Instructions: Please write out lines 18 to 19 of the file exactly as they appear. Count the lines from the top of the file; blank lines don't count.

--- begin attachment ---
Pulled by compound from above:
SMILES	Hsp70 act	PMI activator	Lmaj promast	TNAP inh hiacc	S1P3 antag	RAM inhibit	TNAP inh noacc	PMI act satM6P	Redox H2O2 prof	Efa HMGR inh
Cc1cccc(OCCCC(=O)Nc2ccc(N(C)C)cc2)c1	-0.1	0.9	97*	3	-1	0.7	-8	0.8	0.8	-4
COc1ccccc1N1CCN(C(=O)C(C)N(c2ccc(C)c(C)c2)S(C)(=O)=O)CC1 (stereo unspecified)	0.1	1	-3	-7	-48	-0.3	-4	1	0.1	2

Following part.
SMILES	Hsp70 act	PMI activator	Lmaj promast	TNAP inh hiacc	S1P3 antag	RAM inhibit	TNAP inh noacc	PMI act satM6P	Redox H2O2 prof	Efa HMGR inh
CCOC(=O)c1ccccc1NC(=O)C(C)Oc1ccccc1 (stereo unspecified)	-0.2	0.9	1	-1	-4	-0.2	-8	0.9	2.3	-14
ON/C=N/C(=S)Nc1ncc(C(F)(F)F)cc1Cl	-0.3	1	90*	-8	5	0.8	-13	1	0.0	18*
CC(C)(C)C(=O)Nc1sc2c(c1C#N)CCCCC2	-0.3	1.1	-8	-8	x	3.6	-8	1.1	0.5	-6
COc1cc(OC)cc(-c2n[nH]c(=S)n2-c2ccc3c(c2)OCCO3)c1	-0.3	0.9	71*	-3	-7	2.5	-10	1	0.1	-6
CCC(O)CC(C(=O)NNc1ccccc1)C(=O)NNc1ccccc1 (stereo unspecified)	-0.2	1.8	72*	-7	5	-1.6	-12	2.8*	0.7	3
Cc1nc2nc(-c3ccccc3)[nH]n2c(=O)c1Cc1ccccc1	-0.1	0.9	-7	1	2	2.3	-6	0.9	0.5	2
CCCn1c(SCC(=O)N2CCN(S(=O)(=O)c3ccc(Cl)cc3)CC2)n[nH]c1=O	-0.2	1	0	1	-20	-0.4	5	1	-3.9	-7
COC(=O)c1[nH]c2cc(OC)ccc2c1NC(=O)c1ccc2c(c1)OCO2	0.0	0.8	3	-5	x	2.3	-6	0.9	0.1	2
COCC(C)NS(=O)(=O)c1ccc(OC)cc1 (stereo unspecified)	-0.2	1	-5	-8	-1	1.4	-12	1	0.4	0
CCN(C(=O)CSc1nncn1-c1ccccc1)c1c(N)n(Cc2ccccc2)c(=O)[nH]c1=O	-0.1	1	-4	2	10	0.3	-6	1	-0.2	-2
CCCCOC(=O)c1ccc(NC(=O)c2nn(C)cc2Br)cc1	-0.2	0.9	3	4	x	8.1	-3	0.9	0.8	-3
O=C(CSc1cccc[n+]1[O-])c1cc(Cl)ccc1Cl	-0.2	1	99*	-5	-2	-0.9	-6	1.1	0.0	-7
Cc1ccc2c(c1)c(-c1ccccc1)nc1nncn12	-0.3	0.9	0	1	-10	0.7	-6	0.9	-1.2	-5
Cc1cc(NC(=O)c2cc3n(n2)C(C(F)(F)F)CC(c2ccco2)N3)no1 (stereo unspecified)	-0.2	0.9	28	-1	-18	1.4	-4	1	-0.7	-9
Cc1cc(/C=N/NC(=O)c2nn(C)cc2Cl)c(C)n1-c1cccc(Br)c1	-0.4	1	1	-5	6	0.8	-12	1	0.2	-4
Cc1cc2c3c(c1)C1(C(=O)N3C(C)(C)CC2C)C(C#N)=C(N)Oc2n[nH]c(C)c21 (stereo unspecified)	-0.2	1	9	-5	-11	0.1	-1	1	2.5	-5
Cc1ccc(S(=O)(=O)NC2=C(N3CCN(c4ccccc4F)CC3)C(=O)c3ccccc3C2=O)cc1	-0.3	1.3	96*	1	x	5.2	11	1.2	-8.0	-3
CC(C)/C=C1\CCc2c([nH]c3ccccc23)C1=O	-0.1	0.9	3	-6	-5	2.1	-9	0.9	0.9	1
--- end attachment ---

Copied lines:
O=C(CSc1cccc[n+]1[O-])c1cc(Cl)ccc1Cl	-0.2	1	99*	-5	-2	-0.9	-6	1.1	0.0	-7
Cc1ccc2c(c1)c(-c1ccccc1)nc1nncn12	-0.3	0.9	0	1	-10	0.7	-6	0.9	-1.2	-5